One foot at a time? Yep, that’s the ticket. Opening the driver’s side door, I slithered my sneaker-clad right foot towards the brake pedal, lowering my body towards the seat. Wait a second. My leg does not bend that direction. Son of a biscuit. I hopped backwards on my left foot, pulling my right leg out inch by inch.

A distant click of metal tapping plate glass told me that my every move was being scrutinized by at least one bespectacled employee from inside the Manly Stanley Store. Extricated from the car, I peeked at the store window. Fabulous. Both stockers, the cashier and the department manager guy were watching the free show. I gave them a confident and cheery wave, ducking behind the car to re-tie the sneaker that didn’t need tying.

The mental deliberations continued. Well, that leaves the butt. When all else fails, lead with your butt. I think that should be my new mantra, my words of wisdom, my guiding principle from here on out, in all facets of life. Yep, that’s it, I’m leading with my butt.

Having made a decision, I approached the driver’s side door once more with my head held high.

If I were an enterprising woman, I would have sold tickets, lined up lawn chairs and had a popcorn machine cranking. I turned and presented them with a view of my approaching backside through the opposite car window.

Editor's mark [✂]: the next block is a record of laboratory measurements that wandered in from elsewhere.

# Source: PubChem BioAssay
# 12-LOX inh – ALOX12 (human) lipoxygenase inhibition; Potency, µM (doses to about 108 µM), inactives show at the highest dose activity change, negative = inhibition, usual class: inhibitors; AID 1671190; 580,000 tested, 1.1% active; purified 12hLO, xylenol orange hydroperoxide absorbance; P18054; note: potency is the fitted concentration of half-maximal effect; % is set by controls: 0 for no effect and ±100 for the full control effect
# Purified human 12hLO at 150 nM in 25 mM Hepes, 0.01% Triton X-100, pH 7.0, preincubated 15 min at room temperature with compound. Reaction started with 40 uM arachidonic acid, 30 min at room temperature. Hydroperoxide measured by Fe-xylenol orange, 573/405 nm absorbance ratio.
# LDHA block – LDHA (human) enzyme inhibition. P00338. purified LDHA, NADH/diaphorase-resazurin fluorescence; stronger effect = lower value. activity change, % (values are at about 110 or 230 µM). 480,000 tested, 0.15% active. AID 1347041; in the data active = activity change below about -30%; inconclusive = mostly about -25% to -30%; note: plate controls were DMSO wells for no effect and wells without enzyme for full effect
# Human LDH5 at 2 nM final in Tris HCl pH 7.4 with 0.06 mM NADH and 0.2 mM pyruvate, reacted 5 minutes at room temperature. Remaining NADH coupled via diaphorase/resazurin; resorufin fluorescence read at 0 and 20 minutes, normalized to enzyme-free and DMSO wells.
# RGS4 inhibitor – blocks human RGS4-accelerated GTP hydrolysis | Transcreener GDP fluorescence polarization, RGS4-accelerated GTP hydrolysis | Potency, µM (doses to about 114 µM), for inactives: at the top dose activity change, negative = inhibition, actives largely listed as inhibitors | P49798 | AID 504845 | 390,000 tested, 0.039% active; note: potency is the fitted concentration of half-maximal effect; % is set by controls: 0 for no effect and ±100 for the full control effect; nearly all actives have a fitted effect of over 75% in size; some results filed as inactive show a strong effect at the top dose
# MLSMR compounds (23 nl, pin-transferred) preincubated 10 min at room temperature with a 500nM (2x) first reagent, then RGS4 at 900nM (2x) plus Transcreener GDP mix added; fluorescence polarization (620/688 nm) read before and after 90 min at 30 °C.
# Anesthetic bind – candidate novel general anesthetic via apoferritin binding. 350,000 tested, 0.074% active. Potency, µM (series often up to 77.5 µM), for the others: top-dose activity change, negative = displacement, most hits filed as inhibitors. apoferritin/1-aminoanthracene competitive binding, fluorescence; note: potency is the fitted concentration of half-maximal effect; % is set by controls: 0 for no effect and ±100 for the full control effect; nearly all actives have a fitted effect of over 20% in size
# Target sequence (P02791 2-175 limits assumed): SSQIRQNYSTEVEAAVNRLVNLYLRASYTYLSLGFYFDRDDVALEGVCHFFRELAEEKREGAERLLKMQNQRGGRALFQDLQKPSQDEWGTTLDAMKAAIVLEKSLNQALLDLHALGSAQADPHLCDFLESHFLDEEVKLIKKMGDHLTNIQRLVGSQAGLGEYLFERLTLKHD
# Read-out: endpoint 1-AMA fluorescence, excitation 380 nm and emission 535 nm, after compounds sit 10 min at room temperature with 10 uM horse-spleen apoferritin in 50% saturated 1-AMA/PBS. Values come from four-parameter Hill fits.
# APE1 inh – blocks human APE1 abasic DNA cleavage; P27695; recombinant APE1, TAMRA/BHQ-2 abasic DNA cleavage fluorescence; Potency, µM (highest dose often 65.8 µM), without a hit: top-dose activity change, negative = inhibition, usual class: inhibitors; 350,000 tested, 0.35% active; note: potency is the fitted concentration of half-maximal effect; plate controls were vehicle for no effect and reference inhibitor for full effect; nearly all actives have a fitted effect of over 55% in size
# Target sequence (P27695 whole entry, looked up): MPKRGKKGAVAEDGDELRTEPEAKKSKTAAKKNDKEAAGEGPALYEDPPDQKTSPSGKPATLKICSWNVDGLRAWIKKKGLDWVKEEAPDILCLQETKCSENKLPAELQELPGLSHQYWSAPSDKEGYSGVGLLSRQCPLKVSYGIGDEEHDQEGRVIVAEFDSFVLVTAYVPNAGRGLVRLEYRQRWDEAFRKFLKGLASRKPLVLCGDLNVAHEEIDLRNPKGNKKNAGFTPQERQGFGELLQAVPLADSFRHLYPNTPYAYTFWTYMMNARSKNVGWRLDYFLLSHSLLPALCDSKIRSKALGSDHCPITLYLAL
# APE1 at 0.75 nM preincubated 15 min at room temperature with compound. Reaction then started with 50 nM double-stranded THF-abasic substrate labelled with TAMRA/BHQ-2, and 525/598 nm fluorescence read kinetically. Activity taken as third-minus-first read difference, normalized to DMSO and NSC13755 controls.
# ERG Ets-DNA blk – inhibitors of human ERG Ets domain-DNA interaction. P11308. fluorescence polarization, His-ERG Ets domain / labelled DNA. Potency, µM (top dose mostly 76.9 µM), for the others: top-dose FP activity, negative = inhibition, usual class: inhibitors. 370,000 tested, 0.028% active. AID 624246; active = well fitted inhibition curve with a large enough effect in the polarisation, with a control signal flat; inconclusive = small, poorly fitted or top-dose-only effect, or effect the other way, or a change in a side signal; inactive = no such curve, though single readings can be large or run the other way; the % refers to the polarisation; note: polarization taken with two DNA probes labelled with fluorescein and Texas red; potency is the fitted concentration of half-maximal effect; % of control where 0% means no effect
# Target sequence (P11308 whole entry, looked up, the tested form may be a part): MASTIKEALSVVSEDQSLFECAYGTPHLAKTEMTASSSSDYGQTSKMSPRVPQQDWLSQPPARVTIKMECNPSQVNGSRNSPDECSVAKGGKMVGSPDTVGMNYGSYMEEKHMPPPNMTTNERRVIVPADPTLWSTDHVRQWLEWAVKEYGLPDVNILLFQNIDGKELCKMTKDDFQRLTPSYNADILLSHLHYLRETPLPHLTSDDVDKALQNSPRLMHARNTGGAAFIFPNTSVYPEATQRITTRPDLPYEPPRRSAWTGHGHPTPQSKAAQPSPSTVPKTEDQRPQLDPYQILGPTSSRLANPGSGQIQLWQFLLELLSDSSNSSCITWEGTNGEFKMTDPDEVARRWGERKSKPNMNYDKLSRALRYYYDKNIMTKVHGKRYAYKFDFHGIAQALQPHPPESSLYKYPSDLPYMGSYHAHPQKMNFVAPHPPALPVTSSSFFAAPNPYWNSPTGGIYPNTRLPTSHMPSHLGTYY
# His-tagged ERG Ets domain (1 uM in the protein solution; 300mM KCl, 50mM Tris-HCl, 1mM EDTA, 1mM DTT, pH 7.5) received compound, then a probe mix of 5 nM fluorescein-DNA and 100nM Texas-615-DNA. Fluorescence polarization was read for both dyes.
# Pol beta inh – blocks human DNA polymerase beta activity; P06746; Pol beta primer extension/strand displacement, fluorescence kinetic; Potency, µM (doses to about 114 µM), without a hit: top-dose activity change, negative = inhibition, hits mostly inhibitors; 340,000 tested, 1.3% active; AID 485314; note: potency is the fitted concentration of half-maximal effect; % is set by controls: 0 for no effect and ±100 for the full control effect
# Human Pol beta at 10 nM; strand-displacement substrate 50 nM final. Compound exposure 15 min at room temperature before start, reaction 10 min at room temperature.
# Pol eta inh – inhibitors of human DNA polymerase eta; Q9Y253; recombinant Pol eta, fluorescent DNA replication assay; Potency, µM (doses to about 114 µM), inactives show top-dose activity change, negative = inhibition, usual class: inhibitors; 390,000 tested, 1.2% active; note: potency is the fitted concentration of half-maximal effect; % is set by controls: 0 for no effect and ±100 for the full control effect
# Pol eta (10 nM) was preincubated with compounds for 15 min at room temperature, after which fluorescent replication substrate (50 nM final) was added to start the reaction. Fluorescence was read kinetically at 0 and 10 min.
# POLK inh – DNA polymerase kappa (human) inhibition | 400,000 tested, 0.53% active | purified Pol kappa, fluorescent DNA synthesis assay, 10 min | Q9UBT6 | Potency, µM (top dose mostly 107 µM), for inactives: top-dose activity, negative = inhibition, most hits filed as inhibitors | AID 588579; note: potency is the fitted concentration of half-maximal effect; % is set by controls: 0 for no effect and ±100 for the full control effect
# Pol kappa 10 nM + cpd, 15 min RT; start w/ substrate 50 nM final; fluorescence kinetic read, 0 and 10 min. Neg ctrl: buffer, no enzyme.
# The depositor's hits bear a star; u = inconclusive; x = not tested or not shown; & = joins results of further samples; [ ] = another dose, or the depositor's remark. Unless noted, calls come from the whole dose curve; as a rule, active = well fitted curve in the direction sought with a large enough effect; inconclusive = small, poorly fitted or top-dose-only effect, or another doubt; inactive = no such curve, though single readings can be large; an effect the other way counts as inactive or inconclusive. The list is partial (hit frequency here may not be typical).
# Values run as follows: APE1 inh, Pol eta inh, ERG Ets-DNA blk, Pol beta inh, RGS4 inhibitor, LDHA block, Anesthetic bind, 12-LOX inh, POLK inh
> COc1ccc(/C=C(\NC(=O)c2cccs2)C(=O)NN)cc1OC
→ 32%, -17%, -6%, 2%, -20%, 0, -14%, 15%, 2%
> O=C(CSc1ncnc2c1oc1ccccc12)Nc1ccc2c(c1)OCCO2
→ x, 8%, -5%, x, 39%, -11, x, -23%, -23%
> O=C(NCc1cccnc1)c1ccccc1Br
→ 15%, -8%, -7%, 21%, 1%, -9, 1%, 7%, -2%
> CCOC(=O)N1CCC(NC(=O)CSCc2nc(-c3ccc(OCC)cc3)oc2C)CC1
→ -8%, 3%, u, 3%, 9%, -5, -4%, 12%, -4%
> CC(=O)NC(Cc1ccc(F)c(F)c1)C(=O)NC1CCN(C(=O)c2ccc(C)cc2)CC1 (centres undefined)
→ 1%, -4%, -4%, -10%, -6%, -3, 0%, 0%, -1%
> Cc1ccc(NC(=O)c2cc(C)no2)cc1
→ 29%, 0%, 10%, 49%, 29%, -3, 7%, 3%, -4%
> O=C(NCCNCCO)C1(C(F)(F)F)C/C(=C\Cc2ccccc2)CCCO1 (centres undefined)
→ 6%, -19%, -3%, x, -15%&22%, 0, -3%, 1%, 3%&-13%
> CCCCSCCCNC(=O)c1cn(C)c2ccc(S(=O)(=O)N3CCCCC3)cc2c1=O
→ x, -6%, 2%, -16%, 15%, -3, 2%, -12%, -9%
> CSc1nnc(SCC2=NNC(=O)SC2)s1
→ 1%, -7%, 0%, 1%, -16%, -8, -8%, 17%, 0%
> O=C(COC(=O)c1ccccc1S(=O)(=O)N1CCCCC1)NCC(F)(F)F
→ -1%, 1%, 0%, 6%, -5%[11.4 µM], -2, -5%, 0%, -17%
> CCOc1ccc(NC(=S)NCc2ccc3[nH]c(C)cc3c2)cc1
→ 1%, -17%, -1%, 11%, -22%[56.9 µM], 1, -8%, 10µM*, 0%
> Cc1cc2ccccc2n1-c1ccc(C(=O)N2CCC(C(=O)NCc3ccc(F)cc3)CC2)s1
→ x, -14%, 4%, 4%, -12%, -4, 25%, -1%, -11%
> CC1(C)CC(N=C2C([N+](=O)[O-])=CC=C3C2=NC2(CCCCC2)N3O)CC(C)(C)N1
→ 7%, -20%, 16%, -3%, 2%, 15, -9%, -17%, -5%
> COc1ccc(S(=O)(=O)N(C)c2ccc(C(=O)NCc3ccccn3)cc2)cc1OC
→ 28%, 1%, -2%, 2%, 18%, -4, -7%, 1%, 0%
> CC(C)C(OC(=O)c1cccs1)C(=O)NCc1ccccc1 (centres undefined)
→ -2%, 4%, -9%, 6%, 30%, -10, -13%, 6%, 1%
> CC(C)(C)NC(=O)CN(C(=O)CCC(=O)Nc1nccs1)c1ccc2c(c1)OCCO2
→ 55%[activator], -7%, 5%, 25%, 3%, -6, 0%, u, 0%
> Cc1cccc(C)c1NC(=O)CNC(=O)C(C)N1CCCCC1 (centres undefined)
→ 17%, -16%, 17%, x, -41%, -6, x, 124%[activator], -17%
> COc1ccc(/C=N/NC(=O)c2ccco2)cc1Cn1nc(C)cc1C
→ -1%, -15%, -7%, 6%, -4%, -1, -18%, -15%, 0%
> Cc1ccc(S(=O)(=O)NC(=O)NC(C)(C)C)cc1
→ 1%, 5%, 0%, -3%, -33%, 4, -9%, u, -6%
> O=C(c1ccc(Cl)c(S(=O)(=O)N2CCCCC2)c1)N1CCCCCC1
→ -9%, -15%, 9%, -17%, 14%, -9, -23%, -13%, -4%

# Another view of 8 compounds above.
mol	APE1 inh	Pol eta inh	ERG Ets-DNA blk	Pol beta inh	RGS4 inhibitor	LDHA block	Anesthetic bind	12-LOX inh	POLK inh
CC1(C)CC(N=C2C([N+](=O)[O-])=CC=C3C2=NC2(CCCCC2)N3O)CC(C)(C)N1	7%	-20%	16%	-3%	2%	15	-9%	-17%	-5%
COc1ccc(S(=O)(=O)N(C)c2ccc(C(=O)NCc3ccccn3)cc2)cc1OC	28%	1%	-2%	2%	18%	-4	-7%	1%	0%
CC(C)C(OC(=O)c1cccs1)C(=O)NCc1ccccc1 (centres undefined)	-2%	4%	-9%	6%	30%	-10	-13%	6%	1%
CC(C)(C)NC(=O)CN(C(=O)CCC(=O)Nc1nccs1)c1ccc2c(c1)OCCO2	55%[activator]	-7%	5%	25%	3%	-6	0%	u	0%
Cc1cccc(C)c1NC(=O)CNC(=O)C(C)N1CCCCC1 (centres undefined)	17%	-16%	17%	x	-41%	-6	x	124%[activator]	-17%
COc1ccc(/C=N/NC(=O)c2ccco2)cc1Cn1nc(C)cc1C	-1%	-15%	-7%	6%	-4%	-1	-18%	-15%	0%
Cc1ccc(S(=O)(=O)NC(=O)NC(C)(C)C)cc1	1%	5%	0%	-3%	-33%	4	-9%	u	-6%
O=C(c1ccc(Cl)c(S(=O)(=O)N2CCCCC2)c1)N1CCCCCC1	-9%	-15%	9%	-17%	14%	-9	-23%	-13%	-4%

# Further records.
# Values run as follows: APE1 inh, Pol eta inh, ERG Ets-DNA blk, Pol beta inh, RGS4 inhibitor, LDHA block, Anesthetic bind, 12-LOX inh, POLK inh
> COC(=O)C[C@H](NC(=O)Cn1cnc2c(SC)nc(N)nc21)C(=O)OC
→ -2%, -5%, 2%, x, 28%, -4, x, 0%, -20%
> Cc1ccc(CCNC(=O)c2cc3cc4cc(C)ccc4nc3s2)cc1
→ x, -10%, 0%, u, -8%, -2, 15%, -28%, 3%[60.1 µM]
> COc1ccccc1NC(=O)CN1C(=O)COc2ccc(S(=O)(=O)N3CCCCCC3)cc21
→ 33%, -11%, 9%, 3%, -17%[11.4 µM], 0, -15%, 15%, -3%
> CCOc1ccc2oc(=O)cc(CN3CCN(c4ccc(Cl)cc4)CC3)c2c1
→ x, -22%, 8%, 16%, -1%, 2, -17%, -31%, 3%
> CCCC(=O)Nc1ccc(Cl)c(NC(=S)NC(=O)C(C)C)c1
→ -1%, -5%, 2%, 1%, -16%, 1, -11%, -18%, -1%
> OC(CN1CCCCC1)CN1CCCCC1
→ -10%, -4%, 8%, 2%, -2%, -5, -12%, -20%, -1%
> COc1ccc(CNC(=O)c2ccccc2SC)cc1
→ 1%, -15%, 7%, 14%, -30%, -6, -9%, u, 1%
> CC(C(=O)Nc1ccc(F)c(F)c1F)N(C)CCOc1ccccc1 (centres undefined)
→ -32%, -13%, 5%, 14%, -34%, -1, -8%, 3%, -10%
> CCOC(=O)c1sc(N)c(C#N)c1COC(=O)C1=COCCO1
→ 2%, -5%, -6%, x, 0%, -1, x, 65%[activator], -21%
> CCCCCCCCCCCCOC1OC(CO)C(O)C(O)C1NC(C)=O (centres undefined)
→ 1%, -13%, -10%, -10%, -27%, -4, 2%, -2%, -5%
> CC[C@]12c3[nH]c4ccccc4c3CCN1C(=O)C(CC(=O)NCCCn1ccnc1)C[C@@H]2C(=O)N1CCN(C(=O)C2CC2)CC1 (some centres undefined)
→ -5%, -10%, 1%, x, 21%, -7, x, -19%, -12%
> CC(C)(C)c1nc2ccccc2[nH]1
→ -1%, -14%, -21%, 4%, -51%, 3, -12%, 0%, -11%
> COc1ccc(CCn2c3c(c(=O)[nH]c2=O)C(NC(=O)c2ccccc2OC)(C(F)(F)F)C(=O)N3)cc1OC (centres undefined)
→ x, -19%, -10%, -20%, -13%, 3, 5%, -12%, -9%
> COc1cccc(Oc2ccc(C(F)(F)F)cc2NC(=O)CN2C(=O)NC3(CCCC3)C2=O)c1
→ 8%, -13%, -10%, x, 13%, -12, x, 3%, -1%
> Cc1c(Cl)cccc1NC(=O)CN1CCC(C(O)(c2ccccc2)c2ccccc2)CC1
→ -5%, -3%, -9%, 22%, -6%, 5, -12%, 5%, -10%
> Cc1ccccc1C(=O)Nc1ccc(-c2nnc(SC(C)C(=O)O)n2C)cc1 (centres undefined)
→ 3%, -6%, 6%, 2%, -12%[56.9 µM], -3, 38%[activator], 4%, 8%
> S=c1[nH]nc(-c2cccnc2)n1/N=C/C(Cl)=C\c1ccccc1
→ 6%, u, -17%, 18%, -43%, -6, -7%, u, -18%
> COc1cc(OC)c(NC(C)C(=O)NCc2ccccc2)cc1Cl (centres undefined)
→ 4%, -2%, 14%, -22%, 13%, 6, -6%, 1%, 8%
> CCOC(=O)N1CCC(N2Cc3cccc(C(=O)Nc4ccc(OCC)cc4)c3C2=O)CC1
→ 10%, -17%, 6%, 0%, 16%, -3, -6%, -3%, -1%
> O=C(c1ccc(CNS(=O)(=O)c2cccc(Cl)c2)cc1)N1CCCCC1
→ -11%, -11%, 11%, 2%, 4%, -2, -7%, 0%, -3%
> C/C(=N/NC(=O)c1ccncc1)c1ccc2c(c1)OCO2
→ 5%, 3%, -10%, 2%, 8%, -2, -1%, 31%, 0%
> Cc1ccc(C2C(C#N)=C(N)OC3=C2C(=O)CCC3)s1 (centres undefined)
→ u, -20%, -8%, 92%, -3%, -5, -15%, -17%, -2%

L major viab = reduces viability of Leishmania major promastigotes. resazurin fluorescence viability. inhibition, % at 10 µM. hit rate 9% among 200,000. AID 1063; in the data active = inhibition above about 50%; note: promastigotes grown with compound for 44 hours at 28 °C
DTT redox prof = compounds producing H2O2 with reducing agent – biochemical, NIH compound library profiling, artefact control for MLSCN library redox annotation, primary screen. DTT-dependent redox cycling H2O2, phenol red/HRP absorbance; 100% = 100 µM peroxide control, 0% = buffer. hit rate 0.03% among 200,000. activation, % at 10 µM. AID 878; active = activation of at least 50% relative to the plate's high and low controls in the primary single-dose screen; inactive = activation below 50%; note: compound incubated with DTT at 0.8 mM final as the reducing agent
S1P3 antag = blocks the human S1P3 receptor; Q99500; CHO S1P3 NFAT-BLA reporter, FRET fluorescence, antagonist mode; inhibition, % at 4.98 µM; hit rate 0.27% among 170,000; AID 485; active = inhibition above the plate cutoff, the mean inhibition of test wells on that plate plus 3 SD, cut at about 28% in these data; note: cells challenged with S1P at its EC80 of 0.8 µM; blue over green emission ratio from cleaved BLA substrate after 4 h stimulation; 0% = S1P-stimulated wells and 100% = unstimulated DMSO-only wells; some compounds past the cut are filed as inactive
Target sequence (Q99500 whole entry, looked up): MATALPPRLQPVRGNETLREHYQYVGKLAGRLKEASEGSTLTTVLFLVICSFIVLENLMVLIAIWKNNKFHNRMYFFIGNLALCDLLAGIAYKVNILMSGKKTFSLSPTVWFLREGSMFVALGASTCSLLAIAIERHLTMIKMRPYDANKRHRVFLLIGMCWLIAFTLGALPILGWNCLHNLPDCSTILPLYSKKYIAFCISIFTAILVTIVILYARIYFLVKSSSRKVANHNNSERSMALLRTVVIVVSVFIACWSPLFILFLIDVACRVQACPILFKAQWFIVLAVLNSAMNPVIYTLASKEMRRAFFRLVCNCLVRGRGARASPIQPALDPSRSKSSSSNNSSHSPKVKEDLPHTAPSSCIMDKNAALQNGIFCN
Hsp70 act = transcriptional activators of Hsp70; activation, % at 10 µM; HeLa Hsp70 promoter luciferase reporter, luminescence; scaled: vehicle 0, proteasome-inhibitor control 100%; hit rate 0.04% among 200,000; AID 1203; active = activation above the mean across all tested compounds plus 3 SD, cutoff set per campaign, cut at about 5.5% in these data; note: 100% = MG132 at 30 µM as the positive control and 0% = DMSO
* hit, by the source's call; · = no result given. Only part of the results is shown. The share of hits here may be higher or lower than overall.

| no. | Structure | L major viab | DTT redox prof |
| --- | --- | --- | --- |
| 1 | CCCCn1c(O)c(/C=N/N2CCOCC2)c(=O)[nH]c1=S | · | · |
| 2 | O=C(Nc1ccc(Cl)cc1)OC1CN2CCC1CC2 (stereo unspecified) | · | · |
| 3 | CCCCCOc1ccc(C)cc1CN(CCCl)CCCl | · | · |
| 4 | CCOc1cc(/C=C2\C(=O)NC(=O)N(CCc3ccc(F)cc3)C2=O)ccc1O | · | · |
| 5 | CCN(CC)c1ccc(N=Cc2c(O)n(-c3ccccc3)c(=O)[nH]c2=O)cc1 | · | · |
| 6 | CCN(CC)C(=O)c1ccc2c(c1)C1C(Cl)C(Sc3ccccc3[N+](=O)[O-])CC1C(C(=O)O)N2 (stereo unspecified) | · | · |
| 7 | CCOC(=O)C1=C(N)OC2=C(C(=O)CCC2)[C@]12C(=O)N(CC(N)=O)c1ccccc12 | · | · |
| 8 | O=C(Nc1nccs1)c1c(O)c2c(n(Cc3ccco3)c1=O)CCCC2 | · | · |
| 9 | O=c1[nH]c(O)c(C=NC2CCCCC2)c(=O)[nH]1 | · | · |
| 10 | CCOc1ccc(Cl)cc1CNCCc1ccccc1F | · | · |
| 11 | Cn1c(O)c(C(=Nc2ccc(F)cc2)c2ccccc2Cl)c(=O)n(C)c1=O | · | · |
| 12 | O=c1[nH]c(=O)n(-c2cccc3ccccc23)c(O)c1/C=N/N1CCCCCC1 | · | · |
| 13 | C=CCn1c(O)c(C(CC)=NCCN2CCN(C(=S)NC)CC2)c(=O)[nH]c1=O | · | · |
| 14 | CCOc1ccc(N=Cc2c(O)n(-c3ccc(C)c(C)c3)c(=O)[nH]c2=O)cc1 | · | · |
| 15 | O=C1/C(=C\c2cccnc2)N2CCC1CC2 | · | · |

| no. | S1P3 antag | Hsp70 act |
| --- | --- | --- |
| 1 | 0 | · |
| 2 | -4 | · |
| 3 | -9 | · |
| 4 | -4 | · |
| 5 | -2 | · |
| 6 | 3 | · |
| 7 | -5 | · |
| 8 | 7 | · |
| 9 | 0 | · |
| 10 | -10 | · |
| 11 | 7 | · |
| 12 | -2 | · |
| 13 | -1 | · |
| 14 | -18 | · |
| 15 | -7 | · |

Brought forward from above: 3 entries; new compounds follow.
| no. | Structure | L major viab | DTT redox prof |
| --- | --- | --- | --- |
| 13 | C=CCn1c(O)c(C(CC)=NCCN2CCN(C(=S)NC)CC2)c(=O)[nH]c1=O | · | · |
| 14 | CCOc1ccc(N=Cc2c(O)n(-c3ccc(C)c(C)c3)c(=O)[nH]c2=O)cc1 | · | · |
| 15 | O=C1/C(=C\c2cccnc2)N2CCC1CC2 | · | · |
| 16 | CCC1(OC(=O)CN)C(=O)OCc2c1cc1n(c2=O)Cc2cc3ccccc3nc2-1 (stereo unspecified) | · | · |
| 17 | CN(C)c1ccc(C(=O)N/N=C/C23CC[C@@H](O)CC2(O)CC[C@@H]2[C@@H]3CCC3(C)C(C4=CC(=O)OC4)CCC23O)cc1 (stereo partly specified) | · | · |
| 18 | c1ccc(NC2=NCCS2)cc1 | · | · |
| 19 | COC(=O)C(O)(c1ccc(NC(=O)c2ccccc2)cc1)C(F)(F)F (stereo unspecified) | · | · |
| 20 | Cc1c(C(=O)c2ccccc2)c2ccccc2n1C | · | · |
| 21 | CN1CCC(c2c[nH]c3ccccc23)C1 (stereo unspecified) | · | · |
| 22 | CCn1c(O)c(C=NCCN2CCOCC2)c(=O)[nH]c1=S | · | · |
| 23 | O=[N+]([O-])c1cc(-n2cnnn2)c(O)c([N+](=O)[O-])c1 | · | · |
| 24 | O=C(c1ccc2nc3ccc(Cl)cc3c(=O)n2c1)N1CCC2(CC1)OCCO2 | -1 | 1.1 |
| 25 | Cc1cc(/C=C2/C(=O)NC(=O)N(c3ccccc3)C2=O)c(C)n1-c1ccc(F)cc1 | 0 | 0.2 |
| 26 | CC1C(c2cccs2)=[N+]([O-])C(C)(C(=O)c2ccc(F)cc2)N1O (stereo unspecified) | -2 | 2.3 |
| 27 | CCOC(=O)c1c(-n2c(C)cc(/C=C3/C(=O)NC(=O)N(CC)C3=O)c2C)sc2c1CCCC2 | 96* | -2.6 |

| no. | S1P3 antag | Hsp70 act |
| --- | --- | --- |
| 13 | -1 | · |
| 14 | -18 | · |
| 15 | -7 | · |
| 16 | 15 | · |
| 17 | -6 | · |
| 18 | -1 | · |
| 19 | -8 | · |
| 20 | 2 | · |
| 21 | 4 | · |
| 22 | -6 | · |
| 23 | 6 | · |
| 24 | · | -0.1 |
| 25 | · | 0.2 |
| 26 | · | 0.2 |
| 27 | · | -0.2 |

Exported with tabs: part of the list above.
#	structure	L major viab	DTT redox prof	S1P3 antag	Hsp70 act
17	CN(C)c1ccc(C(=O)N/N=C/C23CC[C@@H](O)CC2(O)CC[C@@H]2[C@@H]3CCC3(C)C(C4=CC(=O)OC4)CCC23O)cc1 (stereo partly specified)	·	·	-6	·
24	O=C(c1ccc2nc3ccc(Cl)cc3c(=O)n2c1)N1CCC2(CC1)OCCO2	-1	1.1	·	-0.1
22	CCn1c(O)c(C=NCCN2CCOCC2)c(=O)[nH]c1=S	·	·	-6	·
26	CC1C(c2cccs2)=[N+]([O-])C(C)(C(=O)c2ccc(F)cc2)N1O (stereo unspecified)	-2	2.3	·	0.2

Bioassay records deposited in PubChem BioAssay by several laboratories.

Excellent, I felt a small rush of satisfaction. My butt is in the driver’s seat. That’s a good start. Now to get my legs around the steering wheel and my feet on the pedals. I think if I pull my right knee as close as I can towards my face, pivot to the right with my foot over the steering wheel, I should be able to slither my leg down to the gas pedal. Heave ho and away we go.

Contortion complete, mission accomplished, my right foot is on the gas pedal. I straightened my body a couple of inches, just enough to give my left leg room to join the rest of me in the car. My left foot rested solidly against the floorboard. Both of my knees were jammed into the dash below the steering wheel.

I stuck the key in the ignition and fired up my trusty ride. Immediate hitch in the program. My feet were in but I couldn’t move them. At all.

I hesitated, glancing toward the window of Manly Stanley. There were at least twelve faces fogging up the front window, watching in fascination as my debacle unfolded. Their interest only made me more determined to get this enormous steel booger home by myself.

“OK, you can do this. One thing at a time.” I wiggled my toes and to my delight, discovered I could just reach the gas with my right big toe and the brake with my left big toe. I smiled in satisfaction. Problem solved. The ingenuity of the determined shopper is a thing of beauty.